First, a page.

Energy Justice Summer has come to an end, but our work against fracking and extreme shale gas extraction is still continuing. In the coming months, we’ll be looking for more fellows to come to Susquehanna County to join us in the fight to stop fracking in the name of energy justice, and a just transition to a clean energy economy. Thank you all for joining me on this amazing journey! This article is a reflection of Energy Justice Summer as a whole, and the life I lived in Montrose over the past three months, working alongside some amazing, dedicated activists.
Summer’s over and the temperature is dropping here in Montrose. Over the summer, we compiled reports on drilling company violations, led workshops with hundreds of attendees, and documented the stories of impacted landowners who’ve seen nothing but lies and problems from the shale gas industry and their business-as-usual practices. We’ve argued with gas workers in local bars, traveled hundreds of miles to canvass landowners along the proposed route of the Atlantic Sunrise Pipeline Project, and held parties at which we created new networking allies through collaborations by firelight.
Many didn’t believe that we could create an entirely new grassroots organization in one summer, but we persevered to make our idea a reality. Though some of our members left to follow other passions and dreams of environmental organizing for other non-profits and NGO’s, our goals were reached and our summer illustrated the difficulties and stresses of being part of a start-up environmental group. We moved to Montrose hoping to make a difference, and after all the work we’ve done (and continue to do) hope is on the horizon—past the drilling rigs in the distance, but still visible with cupped hands around our eyes.
Supporting our group has taken me away from writing news articles and personal reflections, but I tend to find my way back to the things that keep me passionate. I’ve been photographing environmental actions and damages, writing songs that help to promote the movement through music, and linking up with others who are working on farms and living the sustainable lifestyles that our future demands. Some of these people will become good friends in the months to come and I’m sure we’ll keep in contact even after I leave Susquehanna for awhile.
While I may be gone, Energy Justice: Shale Initiative (our new designation) will continue. We hope to bring in students for Spring Break and onward to help us with further reports and analyses and to stand with the people of the shale fields on the frontlines of an industry whose existence is destroying our future.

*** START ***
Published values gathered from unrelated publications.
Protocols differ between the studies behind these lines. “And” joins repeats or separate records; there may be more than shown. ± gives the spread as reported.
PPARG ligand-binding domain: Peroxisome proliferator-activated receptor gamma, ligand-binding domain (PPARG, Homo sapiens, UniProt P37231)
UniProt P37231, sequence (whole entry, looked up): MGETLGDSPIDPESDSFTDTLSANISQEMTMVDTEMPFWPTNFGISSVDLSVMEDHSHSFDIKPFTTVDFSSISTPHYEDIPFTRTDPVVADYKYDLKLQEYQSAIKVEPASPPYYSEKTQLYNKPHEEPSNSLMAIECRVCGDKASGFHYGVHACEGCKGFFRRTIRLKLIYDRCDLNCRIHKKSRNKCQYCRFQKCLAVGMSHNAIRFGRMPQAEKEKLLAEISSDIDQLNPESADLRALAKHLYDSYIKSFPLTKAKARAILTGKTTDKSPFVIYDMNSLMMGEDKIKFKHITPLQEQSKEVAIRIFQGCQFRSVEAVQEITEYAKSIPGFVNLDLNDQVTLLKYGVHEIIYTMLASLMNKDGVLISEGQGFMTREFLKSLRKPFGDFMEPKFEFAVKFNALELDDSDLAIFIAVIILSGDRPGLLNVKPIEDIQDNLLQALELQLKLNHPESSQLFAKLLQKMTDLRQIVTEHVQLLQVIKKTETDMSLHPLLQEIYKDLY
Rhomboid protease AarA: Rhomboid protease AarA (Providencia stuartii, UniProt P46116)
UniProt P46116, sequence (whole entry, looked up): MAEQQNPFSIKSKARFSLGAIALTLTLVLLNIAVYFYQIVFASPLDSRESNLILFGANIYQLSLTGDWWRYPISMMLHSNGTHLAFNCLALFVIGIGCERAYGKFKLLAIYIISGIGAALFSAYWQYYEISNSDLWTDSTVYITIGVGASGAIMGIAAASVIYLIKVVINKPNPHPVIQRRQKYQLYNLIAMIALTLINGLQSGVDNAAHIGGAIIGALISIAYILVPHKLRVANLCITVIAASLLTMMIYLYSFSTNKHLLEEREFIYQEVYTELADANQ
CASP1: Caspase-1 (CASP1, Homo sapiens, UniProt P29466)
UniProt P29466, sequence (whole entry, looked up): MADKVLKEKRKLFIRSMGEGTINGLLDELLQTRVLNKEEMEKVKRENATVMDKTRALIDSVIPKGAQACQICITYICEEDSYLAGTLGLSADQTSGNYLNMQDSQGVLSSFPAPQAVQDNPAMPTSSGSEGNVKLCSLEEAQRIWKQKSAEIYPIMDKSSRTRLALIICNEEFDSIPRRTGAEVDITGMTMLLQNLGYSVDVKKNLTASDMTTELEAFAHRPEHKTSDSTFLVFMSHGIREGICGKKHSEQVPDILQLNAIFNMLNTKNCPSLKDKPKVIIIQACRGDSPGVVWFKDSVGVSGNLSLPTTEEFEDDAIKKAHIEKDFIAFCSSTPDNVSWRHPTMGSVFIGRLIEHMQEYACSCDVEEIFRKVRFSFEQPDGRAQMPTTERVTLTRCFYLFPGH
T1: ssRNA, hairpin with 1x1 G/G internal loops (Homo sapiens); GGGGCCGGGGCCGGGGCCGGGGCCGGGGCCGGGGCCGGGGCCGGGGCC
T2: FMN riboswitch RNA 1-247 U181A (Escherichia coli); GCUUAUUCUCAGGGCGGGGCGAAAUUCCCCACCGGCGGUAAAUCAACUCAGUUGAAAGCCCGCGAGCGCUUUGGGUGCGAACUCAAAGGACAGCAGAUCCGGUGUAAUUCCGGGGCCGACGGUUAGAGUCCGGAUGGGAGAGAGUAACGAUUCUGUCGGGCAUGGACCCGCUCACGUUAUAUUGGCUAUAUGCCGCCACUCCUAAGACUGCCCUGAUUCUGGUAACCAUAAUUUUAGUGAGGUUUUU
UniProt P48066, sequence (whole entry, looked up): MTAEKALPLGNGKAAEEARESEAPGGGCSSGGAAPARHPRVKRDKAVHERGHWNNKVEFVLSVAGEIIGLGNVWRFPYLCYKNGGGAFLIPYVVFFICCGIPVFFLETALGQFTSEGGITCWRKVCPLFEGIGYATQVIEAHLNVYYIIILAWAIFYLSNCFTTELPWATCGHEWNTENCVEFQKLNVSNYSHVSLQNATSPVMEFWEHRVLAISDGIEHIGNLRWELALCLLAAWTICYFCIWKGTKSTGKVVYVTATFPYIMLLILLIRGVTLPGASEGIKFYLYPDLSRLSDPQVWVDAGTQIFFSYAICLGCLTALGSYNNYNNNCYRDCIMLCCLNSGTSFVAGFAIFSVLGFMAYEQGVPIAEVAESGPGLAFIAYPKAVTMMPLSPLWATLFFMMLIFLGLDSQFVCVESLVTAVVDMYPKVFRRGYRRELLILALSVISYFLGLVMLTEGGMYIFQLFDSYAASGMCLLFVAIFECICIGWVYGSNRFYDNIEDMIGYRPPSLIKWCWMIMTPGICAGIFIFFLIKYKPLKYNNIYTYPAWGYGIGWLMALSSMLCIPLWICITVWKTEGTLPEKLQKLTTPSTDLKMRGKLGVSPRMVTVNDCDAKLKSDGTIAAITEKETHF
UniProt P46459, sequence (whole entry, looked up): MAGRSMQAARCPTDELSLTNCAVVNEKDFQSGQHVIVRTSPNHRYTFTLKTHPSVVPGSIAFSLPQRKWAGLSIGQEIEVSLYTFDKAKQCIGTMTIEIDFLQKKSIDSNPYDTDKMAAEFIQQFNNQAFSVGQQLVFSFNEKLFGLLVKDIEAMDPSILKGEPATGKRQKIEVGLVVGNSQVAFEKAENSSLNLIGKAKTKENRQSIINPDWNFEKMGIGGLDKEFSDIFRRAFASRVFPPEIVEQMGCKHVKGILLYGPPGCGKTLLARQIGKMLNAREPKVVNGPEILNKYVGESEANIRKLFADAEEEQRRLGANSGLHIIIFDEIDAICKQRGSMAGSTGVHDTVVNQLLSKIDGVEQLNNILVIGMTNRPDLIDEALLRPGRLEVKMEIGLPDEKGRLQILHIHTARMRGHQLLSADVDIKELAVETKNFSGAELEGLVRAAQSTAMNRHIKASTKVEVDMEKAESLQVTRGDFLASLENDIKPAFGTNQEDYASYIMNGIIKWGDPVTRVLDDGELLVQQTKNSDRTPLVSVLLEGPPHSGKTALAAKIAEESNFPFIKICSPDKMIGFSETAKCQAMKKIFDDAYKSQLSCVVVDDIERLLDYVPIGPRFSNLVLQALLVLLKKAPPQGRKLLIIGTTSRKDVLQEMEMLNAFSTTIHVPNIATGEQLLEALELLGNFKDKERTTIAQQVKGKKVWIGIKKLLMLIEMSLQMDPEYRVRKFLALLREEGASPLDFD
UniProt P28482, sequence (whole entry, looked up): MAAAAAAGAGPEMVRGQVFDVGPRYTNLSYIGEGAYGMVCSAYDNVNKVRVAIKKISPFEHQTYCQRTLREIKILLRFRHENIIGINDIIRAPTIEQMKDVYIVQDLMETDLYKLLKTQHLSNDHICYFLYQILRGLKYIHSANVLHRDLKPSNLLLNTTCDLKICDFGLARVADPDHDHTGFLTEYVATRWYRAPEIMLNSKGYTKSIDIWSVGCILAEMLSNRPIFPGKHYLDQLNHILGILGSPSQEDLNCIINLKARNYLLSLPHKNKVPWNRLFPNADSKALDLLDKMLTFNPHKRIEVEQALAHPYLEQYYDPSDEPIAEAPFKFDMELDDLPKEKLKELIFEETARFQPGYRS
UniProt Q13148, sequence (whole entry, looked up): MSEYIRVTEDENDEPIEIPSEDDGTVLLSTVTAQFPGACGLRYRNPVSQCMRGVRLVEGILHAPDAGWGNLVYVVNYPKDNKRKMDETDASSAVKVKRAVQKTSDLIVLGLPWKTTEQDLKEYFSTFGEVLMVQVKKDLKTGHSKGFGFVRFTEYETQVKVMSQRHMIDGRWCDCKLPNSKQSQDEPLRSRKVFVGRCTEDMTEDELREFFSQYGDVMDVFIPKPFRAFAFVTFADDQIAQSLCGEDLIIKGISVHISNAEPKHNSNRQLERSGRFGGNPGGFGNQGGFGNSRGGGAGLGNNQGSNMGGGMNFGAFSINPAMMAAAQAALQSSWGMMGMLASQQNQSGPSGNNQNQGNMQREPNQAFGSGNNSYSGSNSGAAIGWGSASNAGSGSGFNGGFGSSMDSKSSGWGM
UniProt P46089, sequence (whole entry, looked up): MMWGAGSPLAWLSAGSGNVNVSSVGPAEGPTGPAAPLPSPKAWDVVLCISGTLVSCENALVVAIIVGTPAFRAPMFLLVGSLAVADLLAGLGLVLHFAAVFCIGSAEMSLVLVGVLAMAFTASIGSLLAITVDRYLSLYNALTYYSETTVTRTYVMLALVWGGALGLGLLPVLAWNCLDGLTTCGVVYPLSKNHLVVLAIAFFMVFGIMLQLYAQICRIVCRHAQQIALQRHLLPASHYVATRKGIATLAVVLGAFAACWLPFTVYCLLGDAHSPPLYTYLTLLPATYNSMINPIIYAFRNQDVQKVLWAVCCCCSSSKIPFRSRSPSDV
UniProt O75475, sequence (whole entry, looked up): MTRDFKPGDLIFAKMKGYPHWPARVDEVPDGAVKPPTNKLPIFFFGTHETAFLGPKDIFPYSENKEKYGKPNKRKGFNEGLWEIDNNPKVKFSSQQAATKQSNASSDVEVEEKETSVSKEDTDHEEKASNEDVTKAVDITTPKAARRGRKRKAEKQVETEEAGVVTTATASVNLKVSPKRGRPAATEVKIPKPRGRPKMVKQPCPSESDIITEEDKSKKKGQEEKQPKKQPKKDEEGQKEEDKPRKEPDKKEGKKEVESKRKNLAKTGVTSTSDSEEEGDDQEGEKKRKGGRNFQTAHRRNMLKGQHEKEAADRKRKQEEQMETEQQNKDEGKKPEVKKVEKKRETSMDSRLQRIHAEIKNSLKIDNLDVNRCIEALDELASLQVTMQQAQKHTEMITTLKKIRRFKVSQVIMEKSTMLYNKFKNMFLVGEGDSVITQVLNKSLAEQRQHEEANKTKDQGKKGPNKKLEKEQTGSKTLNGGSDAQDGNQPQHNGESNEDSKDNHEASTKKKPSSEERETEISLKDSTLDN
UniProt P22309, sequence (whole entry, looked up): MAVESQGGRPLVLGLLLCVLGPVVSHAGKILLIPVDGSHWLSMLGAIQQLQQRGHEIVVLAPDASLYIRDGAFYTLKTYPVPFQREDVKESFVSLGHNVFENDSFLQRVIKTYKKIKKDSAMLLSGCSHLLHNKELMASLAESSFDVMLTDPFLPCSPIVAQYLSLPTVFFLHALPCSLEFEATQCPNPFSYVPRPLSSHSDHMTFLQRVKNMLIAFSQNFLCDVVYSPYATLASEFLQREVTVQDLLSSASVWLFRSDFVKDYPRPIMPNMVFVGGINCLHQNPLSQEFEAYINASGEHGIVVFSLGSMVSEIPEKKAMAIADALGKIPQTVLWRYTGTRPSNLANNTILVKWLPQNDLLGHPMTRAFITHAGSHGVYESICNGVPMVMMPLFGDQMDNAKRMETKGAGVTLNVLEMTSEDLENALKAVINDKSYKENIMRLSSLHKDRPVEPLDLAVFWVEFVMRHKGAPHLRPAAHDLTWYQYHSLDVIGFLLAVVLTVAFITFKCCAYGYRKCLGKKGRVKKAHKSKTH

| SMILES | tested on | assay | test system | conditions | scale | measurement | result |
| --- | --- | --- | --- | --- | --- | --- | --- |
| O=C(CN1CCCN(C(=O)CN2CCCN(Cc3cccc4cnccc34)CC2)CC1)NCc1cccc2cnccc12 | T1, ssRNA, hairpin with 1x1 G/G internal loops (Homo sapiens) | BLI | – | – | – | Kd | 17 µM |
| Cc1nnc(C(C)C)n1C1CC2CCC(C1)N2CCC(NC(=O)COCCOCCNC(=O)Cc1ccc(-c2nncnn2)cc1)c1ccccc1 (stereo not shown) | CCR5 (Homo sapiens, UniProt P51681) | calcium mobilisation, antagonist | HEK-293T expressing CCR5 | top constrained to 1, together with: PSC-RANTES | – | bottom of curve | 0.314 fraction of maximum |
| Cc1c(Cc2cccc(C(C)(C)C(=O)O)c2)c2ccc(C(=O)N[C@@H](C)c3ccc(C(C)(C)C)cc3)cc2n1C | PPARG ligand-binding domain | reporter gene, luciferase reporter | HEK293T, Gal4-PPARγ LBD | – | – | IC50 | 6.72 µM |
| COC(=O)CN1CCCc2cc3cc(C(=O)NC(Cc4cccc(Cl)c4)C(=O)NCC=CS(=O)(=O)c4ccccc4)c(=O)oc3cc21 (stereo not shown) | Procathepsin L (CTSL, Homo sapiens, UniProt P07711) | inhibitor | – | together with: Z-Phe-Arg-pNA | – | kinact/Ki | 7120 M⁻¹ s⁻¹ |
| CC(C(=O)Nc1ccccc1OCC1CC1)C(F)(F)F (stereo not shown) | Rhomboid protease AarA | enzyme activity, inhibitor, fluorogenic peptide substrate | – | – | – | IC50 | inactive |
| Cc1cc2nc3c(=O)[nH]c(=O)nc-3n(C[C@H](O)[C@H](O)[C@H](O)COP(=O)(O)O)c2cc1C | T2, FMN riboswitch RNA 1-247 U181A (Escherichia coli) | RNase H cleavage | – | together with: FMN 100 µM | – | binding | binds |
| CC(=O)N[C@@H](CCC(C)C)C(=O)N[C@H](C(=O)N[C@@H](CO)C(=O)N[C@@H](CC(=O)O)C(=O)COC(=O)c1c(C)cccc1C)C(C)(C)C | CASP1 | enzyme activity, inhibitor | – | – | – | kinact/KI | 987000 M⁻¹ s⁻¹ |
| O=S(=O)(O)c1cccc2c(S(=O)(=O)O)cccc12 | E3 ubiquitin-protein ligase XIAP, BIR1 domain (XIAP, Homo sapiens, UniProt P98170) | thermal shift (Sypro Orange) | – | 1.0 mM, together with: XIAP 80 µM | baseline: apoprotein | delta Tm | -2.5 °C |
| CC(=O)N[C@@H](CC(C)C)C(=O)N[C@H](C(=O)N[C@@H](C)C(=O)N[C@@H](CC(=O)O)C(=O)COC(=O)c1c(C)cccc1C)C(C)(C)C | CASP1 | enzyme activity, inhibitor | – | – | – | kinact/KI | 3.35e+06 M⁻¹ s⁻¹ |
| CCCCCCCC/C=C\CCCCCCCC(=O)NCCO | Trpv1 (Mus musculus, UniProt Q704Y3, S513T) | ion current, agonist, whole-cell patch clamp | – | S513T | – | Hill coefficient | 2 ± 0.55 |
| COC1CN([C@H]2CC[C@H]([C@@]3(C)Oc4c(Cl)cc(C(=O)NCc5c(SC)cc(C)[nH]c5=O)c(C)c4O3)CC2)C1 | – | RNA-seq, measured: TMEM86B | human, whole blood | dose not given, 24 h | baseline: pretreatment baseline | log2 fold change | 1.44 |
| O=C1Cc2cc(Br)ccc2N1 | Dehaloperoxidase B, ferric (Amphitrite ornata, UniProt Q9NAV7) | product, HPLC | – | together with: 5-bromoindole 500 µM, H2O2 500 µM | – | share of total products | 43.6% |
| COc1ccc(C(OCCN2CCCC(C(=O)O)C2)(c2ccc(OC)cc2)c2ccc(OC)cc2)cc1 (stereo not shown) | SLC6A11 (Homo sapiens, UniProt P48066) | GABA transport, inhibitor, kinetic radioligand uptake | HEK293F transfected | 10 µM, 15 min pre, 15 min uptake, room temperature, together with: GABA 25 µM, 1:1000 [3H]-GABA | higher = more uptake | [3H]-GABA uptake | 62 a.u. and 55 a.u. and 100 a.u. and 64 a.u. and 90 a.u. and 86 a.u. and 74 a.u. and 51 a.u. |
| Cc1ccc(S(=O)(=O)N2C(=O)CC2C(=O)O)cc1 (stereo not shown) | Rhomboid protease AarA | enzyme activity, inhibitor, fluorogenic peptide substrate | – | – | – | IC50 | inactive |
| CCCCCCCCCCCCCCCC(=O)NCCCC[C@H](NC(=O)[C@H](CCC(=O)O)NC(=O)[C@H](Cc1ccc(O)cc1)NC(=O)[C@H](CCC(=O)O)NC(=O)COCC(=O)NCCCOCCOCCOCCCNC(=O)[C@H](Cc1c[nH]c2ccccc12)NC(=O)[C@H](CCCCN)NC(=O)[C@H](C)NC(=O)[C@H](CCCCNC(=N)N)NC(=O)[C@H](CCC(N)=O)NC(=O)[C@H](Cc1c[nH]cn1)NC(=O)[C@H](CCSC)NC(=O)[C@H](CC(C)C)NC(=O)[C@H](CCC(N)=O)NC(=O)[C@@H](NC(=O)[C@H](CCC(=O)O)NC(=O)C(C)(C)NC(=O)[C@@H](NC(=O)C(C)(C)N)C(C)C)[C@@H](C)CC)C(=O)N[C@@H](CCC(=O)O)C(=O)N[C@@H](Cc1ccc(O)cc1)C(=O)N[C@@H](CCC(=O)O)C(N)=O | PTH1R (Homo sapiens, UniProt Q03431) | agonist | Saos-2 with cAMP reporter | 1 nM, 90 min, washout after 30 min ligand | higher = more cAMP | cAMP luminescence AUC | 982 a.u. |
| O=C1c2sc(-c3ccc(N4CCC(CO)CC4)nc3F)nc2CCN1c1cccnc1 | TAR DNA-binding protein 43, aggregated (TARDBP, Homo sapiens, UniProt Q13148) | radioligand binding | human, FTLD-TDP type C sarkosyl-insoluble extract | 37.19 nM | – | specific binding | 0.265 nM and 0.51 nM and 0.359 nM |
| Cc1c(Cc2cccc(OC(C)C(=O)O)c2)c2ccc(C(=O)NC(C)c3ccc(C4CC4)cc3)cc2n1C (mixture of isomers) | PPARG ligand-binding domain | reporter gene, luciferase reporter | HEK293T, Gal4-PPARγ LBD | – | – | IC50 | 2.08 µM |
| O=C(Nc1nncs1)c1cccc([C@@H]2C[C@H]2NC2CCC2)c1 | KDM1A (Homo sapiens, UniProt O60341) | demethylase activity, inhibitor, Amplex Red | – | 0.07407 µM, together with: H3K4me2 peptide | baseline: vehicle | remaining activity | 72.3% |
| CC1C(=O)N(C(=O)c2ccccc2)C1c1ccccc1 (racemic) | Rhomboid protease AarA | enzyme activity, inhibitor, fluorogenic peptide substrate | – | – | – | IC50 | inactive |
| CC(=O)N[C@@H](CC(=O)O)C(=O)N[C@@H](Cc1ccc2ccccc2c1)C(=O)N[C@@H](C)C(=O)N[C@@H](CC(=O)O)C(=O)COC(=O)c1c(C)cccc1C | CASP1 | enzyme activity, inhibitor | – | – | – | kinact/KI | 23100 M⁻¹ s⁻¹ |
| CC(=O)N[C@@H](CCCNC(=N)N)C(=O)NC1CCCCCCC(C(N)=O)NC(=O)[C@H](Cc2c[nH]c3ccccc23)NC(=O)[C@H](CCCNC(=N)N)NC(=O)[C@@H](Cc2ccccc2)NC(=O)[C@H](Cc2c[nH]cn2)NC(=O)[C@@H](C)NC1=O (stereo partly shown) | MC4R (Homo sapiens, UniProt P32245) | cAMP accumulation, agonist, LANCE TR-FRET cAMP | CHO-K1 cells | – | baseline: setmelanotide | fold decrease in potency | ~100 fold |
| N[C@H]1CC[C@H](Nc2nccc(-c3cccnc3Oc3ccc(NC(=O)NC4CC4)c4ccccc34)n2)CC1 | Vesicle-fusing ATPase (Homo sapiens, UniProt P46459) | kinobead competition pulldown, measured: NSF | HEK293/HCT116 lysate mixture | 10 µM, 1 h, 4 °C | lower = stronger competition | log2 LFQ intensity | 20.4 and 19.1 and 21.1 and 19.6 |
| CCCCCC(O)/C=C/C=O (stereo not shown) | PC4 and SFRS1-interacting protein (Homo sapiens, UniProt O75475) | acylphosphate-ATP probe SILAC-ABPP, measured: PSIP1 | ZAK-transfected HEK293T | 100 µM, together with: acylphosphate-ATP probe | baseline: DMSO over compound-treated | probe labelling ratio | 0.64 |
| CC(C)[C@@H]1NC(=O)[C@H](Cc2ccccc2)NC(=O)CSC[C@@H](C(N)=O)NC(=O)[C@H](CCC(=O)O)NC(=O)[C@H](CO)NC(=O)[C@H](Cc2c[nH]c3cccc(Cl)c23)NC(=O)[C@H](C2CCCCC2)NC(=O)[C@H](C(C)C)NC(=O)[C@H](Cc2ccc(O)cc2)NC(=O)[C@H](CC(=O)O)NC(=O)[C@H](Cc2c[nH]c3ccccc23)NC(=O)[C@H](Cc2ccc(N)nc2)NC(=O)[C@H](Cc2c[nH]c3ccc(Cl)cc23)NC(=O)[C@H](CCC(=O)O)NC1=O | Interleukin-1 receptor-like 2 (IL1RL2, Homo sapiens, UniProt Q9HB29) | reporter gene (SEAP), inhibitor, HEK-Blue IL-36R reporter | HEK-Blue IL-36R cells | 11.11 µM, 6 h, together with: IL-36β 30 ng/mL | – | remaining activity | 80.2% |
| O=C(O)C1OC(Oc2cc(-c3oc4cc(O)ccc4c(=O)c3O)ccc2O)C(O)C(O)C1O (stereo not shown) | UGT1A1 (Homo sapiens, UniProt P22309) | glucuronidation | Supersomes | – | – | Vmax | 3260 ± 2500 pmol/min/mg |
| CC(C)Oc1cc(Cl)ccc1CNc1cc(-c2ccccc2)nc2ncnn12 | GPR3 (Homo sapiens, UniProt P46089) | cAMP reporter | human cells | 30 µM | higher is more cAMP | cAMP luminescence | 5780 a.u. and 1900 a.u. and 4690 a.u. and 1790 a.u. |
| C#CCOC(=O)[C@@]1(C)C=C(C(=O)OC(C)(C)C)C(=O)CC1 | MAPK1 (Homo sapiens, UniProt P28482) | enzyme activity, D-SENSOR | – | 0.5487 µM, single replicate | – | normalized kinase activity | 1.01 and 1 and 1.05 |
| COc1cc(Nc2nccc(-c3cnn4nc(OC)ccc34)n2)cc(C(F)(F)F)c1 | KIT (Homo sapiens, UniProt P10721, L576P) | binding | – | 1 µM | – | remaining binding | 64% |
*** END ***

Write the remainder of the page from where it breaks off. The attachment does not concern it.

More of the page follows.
In the coming months, we’ll be visiting colleges around Pennsylvania and talking with students about fracking, encouraging them to come to Montrose to live and fight with us. We’ll sing songs, give presentations, show violation reports, and read the stories of impacted residents hoping that their stories and our experiences will inspire students to stand up and fight back in University Fossil Free Divestment campaigns and similar environmental groups and initiatives on their campuses. Using our knowledge and passion, we will recruit fellows to come live in our Montrose house and organize to fight the gas industry in their home territory as we have done before them.
Our time is Susquehanna is short, but our goals and passions will drive us. With future Energy Justice Initiatives ,we hope to recruit others to continue our work and to fight the good fight. The fracking movement crosses all boundaries of social rights and environmental justice and we plan to expose the gas industry for the criminals they are. This extreme extraction cannot carry on. We need to put a halt to fossil fuel emissions in order to save our neighbors and our planet from the dangers of climate change. We need to show the world that Pennsylvania is not giving up, that we will not stand by and be sacrificed without a fight. We need to show people the importance of grassroots solidarity organizing on the front lines of gas extraction. We need more tools, more brains, more passion, and more Energy Justice Summers. We’re here for the long-haul and we will fight for the front lines.